Even before the surprising Brexit vote sent the world's markets into a tailspin, Palo Alto Networks' (NYSE:PANW) stock was reeling. After announcing earnings on May 26, Palo Alto revealed it had finally broken its nearly two-year-long string of reporting quarterly revenue growth of 50% or more. As a result Palo Alto stock has nosedived 18% .
The "mere" 48% jump in sales, to $345.8 million, in fiscal 2016's third quarter wasn't the only thing that disappointed investors. Palo Alto's guidance of $386 million to $390 million in the current quarter -- equal to year-over-year revenue growth of 36% to 37% -- fueled the bearish fire.
As Palo Alto's stock price inches closer to its 52-week low of $111.09 a share, some value investors might consider it a bargain.
First, the good news
It's unrealistic to assume Palo Alto could continue its impressive run of revenue growth indefinitely. As any business matures, even one some pundits expect to generate over $1 trillion in sales from 2017 to 2021, the slowing of top-line growth is inevitable. So it could be argued that Palo Alto's 48% sales gain in Q3, and even its expectations of a 36% to 37% revenue jump in the current quarter, is still commendable.
Relative to its peers -- namely Fortinet (NASDAQ:FTNT) and Check Point Software Technologies (NASDAQ:CHKP) -- Palo Alto's sales will continue to lead the pack. Fortinet also has a nice string of revenue growth intact, having reported 30% or more for three straight quarters. Check Point CEO Gil Shwed's methodical approach to its business has translated to just a 9% sales improvement the first quarter in 2016.
One of the reasons Palo Alto compares so favorably to its competitors is its security platform solution: It was ahead of both Fortinet and Check Point in delivering an all-in-one platform rather than offering a piecemeal approach to data security sales. Palo Alto is also focused on further developing its recurring revenue streams via its subscription services, and it's working.
According to Palo Alto CFO Steffan Tomlinson, last quarter's 48% revenue gain was largely due to "increased investments in our Next-Generation Security Platform, with particular strength in our subscription services." Service results actually surpassed new product sales last quarter -- a testament to Palo Alto's emphasis on generating a solid foundation of long-term, recurring revenue.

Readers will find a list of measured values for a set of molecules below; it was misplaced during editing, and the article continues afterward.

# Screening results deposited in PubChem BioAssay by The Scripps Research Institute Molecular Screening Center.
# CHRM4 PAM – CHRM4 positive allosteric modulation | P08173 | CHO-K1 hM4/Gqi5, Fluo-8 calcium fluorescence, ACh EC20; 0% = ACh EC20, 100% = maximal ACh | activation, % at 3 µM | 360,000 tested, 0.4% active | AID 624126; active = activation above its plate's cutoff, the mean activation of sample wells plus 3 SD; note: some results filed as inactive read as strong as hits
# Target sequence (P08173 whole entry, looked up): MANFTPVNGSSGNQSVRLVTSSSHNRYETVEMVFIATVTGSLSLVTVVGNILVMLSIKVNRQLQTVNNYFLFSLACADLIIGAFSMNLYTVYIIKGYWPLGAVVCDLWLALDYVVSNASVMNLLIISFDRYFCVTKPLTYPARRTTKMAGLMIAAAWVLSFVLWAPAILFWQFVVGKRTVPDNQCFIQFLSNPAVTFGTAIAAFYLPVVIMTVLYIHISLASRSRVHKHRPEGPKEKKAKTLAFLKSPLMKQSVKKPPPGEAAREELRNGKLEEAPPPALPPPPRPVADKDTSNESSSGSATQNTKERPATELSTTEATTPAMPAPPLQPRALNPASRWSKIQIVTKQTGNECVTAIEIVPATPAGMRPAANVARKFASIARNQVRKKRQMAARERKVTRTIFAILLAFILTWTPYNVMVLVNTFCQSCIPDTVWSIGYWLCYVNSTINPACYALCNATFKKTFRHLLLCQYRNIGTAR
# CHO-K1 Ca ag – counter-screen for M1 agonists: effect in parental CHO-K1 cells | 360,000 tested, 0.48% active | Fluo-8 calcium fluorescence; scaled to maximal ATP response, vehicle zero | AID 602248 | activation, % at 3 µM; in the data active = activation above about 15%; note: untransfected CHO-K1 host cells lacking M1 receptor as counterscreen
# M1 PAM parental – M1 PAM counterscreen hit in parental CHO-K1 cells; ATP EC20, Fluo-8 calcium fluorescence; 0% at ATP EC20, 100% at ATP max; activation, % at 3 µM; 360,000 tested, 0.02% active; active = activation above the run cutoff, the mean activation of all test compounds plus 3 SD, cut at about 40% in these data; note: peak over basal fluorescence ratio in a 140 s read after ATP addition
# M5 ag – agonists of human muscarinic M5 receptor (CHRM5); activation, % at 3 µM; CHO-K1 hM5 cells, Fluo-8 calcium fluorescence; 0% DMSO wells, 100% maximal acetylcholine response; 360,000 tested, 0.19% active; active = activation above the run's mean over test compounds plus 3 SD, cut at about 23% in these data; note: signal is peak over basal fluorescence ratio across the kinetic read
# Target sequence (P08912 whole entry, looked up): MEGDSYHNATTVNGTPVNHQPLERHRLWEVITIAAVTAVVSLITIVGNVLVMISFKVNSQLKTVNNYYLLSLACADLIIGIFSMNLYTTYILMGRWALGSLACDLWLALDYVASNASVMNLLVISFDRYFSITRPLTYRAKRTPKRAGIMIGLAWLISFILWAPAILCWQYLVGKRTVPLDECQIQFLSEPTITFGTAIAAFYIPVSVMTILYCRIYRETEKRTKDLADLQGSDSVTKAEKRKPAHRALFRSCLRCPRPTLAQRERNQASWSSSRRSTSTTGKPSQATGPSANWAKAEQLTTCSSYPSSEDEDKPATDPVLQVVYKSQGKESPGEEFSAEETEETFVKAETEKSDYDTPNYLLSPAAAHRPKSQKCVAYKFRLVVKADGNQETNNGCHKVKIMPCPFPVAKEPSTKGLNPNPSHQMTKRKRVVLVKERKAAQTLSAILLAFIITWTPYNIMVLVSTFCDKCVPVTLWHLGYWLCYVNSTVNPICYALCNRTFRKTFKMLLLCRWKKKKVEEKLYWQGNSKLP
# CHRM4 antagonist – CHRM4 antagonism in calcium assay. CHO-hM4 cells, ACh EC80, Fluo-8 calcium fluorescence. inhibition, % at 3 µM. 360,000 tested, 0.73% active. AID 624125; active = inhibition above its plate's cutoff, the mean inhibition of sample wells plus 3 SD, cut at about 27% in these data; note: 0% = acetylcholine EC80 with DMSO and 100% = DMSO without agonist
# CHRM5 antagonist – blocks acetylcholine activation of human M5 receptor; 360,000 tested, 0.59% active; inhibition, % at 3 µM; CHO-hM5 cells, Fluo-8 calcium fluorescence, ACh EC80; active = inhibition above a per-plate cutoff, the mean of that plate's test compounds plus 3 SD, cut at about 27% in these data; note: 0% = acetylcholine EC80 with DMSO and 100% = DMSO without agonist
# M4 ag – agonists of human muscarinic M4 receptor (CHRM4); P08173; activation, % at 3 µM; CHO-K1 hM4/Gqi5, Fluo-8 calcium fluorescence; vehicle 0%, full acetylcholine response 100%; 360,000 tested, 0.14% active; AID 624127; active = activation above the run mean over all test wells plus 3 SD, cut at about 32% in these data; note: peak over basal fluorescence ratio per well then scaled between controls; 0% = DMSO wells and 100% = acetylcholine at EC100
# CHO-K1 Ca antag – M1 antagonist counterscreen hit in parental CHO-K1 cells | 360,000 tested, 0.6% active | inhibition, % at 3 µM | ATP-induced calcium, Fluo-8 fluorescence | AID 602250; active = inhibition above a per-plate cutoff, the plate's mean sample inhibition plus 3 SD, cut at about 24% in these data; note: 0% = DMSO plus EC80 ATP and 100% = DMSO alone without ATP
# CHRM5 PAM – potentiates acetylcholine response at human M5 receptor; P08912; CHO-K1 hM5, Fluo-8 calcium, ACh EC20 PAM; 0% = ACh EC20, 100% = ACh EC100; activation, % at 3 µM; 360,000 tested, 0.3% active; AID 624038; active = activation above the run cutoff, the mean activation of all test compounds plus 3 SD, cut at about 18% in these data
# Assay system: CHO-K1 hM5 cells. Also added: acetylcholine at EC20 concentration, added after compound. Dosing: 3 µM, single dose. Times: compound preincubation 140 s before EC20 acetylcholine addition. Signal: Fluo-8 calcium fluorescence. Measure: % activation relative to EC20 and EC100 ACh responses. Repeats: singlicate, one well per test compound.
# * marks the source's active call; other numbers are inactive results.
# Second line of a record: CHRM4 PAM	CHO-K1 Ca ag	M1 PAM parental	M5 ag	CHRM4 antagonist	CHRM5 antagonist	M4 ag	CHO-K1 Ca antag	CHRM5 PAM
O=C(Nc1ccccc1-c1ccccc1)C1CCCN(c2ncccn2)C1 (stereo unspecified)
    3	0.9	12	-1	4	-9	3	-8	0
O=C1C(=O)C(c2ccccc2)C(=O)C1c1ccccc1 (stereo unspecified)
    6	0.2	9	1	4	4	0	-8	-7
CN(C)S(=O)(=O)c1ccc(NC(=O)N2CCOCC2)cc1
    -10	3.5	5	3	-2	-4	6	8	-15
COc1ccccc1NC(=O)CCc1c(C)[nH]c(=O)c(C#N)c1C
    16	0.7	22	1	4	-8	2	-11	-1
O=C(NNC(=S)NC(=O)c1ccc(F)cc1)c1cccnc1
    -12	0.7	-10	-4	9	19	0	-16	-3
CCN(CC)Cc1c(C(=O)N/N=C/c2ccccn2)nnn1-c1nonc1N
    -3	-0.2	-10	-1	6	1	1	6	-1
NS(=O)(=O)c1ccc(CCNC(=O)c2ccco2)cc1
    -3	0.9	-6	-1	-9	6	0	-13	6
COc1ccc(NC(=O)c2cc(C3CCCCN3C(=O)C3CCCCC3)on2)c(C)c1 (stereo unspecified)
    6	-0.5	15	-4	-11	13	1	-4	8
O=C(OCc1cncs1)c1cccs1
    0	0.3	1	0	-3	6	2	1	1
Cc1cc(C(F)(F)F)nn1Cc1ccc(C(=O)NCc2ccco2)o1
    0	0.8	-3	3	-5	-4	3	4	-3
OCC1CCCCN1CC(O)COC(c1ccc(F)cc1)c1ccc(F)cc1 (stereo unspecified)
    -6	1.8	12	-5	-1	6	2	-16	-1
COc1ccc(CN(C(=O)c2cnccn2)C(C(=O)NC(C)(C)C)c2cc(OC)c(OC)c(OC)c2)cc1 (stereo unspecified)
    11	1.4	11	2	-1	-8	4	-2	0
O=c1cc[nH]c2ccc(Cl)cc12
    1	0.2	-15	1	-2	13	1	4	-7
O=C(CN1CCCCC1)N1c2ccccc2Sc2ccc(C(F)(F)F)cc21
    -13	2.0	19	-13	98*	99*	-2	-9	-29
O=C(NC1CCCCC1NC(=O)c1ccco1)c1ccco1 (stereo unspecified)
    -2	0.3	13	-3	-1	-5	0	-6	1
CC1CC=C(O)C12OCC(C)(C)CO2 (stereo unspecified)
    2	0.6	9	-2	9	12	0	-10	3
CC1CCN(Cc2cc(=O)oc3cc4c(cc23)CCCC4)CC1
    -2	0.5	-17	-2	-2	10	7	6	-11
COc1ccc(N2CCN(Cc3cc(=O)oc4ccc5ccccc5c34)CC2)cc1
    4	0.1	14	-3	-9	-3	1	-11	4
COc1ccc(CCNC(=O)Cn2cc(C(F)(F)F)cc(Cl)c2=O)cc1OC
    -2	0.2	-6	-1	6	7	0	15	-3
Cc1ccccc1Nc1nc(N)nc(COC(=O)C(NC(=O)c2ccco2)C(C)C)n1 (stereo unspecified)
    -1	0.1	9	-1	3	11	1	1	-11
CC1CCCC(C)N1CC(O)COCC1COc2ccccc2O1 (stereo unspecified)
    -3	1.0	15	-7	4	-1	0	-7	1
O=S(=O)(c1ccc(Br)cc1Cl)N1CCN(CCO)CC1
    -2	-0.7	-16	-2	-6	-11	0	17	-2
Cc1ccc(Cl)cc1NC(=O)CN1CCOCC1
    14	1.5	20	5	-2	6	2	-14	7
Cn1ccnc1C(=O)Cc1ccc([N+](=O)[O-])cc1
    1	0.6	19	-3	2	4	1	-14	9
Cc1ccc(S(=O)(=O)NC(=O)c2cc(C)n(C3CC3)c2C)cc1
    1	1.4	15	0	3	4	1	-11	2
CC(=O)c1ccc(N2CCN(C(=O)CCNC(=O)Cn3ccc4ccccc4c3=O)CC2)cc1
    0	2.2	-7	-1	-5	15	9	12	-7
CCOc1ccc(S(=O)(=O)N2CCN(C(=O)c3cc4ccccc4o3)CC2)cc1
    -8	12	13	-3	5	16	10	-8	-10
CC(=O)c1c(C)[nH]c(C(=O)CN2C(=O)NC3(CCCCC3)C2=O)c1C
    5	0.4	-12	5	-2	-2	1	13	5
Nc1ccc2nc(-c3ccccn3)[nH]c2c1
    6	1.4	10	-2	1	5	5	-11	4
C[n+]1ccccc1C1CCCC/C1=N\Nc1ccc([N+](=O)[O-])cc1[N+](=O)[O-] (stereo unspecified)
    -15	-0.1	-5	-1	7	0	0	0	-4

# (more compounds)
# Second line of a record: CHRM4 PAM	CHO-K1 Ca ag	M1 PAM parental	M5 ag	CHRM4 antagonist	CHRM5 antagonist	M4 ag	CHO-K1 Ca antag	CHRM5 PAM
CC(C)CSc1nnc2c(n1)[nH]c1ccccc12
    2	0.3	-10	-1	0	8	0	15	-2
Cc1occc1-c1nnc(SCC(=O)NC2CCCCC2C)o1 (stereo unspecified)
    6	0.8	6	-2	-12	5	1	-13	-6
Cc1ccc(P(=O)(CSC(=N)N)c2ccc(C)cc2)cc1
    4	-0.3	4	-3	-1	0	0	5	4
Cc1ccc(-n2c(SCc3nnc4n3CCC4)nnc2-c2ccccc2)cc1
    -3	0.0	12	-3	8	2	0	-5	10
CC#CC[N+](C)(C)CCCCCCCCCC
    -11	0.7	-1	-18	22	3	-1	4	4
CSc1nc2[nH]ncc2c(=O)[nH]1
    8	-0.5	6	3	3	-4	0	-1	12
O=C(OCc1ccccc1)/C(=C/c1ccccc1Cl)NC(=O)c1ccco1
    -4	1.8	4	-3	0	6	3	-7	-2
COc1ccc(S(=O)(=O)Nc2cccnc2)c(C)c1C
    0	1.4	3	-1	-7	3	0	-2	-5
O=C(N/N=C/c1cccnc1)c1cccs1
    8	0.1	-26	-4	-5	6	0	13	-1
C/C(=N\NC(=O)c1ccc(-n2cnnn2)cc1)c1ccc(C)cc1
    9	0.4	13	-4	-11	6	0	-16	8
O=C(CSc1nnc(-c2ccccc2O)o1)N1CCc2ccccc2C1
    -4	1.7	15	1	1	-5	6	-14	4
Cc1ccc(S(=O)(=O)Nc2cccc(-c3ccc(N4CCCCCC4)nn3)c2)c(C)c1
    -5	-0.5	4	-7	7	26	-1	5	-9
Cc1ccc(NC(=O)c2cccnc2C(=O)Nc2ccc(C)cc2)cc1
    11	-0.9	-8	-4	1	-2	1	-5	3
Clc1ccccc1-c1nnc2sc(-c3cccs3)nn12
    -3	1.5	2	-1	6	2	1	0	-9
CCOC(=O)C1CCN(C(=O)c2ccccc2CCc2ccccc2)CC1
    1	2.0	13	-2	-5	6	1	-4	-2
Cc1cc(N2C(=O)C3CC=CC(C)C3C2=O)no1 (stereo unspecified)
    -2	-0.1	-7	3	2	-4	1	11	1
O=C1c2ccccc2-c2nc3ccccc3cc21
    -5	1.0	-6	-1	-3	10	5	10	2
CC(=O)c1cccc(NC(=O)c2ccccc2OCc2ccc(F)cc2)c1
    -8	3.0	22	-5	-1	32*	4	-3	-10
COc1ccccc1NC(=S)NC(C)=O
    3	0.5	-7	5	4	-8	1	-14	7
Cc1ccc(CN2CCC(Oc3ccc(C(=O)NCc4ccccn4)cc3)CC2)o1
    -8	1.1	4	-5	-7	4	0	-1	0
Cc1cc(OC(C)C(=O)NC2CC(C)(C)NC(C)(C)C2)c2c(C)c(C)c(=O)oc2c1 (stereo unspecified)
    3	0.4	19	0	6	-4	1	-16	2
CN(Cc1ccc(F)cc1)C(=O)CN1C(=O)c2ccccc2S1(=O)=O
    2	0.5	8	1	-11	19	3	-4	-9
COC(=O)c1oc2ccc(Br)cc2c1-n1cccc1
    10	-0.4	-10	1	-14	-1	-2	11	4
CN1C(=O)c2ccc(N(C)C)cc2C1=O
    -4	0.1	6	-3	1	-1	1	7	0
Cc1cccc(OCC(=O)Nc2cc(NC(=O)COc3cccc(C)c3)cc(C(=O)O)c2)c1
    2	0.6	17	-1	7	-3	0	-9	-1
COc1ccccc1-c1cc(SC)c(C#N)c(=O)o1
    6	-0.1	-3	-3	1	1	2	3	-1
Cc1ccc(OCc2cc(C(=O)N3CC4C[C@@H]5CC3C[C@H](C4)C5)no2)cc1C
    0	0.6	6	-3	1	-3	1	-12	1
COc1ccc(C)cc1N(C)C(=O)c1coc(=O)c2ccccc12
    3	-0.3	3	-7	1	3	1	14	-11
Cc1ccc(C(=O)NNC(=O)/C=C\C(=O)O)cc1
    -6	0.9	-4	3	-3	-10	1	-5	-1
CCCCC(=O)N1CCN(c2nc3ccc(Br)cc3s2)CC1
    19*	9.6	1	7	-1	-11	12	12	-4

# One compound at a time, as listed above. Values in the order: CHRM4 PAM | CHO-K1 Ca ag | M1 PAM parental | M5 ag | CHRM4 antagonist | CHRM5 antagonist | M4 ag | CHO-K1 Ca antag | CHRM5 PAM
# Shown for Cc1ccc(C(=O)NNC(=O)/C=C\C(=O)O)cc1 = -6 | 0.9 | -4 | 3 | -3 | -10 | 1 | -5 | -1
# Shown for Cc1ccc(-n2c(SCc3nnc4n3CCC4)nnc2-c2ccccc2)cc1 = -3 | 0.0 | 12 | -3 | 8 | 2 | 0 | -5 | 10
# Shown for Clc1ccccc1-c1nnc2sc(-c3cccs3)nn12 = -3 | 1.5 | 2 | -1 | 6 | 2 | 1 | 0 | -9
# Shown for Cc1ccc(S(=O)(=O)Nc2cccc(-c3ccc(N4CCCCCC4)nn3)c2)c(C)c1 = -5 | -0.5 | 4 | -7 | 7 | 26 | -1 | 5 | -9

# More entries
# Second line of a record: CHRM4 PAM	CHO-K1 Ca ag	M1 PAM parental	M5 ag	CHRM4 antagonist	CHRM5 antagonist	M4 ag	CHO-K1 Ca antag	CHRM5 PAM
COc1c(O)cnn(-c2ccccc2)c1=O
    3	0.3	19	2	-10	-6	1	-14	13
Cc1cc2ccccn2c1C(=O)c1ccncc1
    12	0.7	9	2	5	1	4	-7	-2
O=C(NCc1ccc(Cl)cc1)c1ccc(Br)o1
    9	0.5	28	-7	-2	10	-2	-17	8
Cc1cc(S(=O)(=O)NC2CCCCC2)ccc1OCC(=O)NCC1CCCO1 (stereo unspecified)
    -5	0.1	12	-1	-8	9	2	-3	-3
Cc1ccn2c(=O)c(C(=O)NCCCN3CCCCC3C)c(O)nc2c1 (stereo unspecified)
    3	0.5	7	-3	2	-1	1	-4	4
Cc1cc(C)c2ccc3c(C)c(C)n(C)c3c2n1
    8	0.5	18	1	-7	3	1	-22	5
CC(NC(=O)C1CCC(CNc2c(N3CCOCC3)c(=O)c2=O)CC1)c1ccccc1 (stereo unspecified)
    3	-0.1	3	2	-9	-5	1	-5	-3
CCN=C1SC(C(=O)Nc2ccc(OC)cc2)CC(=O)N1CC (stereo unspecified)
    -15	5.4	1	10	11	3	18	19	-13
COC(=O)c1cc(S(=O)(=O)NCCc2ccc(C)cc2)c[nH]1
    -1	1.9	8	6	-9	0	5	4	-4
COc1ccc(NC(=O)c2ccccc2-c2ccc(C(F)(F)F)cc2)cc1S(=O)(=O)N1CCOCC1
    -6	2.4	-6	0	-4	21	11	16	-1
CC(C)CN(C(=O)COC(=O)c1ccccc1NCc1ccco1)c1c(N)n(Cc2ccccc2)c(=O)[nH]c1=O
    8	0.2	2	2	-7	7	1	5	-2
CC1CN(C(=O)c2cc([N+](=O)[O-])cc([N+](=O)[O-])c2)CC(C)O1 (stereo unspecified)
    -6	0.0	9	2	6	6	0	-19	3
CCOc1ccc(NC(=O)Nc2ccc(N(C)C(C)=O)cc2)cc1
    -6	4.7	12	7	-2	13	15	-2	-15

Now, for the bad news
Not surprisingly, when a stock generates investor interest based almost entirely on continuing its phenomenal top-line growth, as was the case with Palo Alto, it gets hit especially hard when the inevitable slowing kicks in. To put that into perspective, Palo Alto's stock is down 32% year to date, while Fortinet is flat and Check Point is down all of 5%. And that's not likely to change any time soon.
Palo Alto's security platform solution and focus on subscription sales aren't unique any longer, as both Fortinet and Check Point have unveiled their own enterprise-wide data security solutions, which has increased service revenue. Fortinet CEO Ken Xie cited "customer adoption of broad, integrated platforms" as a key driver of last quarter's solid results, and Check Point's Shwed pointed to strong "subscription revenue growth" behind its solid, albeit not spectacular, Q1 sales.
But growing competition in end-to-end data security solutions and competitors' efforts to increase their own recurring revenue streams are only blips on the radar as far as Palo Alto's troubles are concerned. The overriding problem is out-of-control spending that has left Palo Alto in the red for years, and will continue to do so in the foreseeable future.
Spending -- both cost of revenue and operating expenses -- jumped a whopping 50% last quarter, to $404.4 million. And that's not even the worst part. Nearly half of all that overhead, $202 million to be precise, went to Palo Alto's sales and marketing efforts. These were not one-time investments for product development or infrastructure, but ongoing costs associated with selling its products, and there's no end in sight.
When investors add it all up, Palo Alto's stock sell-off was a matter of when, not if. And even at these depressed levels, Palo Alto still has too many areas of concern to warrant a look.